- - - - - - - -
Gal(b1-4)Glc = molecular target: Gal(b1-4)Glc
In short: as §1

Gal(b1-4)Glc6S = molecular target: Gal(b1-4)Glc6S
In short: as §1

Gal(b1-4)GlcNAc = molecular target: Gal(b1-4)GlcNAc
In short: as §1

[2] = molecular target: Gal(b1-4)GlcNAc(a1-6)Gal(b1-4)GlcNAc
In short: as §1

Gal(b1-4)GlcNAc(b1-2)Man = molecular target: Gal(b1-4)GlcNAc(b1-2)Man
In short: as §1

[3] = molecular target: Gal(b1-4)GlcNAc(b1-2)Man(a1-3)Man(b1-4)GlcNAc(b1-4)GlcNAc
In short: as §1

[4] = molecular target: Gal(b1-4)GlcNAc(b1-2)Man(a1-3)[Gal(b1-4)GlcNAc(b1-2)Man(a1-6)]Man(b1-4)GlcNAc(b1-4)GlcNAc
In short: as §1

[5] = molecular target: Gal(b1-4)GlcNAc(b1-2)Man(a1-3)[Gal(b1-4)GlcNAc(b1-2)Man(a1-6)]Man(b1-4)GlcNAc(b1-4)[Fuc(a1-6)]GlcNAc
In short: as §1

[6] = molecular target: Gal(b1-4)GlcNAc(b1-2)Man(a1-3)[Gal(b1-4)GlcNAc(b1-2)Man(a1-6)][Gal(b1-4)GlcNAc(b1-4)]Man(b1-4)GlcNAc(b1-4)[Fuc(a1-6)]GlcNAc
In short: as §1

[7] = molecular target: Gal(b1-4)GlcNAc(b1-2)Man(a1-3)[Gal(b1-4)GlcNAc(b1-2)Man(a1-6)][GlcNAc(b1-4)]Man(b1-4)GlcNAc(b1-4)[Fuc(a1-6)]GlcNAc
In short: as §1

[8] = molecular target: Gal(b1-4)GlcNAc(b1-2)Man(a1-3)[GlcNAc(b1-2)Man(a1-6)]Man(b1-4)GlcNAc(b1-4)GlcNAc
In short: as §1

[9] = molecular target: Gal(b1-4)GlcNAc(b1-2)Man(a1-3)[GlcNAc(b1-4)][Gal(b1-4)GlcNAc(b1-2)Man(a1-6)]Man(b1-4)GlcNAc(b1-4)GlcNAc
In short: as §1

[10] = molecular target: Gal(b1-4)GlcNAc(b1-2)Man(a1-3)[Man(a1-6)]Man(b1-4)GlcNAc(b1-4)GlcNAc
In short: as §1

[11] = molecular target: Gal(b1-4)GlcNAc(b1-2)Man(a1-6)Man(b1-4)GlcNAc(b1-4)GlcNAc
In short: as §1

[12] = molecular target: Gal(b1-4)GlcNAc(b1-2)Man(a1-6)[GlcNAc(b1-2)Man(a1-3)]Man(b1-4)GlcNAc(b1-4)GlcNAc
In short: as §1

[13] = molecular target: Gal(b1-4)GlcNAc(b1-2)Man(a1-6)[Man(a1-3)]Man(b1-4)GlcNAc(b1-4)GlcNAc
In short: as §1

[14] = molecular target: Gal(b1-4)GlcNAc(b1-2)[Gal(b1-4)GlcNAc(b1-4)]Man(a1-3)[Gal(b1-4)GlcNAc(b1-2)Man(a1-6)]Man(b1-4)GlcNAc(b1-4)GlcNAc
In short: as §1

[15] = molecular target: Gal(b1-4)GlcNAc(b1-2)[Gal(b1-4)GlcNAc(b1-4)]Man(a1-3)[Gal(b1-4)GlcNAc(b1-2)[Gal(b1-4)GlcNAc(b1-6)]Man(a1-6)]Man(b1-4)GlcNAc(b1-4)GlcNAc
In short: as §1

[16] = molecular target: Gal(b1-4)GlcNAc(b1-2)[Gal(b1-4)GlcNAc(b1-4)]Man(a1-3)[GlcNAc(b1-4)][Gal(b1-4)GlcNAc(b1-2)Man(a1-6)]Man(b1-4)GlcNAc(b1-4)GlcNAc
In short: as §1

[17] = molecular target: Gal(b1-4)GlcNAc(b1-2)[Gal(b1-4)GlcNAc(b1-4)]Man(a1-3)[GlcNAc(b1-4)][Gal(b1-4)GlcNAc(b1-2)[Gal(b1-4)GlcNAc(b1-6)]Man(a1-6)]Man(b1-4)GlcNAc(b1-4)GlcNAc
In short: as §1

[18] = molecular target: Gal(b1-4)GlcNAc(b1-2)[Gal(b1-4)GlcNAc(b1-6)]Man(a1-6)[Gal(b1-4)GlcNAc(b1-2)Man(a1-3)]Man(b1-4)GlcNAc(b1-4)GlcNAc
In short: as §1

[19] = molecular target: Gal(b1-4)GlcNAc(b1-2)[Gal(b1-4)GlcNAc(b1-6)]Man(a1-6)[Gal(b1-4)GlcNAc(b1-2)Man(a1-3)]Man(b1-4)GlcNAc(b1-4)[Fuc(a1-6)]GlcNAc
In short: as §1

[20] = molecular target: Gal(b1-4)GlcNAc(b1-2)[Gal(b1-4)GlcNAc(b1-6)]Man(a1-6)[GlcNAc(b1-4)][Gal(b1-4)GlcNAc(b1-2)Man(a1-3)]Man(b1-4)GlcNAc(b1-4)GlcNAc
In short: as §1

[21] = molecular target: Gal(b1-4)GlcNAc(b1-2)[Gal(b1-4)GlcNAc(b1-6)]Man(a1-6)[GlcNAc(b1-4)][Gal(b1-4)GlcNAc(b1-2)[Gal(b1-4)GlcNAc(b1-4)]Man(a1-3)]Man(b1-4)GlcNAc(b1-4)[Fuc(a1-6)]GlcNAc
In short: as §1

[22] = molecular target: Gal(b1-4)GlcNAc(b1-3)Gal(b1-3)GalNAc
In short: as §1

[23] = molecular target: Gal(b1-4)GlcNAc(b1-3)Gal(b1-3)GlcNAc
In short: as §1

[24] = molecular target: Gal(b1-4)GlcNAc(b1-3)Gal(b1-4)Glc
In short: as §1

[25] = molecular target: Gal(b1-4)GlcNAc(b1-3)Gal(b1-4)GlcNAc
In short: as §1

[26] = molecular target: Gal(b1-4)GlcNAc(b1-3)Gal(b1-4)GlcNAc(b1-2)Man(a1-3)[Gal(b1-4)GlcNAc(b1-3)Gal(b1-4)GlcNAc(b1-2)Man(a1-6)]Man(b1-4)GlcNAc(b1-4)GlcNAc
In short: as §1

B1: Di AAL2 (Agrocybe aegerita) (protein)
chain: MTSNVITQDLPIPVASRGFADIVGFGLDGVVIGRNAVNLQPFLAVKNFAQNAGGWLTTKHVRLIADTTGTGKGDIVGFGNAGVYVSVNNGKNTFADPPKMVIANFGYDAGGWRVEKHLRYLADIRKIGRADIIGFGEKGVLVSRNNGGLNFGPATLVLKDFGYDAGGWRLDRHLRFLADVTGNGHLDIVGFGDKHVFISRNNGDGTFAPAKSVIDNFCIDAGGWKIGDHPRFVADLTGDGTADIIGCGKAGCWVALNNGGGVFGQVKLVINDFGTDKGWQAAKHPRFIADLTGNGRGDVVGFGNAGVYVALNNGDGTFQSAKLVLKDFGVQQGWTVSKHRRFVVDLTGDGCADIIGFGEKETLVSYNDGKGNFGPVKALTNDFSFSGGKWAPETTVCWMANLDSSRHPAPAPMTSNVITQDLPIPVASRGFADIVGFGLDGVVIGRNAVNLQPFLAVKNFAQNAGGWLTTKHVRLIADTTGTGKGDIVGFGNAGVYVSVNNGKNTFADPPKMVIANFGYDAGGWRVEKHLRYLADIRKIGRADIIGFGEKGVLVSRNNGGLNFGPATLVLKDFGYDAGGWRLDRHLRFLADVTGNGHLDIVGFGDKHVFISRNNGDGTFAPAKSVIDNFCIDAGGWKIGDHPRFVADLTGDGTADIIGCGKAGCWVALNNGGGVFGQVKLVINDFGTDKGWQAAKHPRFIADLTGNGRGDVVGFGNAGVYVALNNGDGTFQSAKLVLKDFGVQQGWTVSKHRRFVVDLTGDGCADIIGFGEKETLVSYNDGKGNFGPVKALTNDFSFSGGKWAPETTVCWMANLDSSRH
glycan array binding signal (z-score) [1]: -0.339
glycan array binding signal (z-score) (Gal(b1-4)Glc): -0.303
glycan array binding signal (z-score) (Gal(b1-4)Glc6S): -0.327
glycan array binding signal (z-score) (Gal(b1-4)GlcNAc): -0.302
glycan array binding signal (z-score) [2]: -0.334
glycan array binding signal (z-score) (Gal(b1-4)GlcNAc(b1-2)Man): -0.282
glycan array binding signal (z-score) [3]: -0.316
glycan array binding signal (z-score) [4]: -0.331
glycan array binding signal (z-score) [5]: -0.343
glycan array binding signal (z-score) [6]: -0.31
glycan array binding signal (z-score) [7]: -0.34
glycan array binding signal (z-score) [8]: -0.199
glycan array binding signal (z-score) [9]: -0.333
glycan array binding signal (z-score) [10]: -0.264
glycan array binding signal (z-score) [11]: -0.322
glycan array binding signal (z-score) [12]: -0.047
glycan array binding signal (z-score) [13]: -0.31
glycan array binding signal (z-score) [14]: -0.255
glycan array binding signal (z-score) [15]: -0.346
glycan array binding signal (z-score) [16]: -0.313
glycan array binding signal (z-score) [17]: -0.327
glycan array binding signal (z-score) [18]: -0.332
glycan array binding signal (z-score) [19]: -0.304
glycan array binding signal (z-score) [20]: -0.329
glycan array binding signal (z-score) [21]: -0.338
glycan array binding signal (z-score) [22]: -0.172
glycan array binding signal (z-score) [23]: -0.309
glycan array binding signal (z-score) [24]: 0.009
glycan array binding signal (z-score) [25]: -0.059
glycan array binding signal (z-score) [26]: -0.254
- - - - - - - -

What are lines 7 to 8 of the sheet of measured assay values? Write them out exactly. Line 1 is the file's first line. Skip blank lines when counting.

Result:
[2] = molecular target: Gal(b1-4)GlcNAc(a1-6)Gal(b1-4)GlcNAc
In short: as §1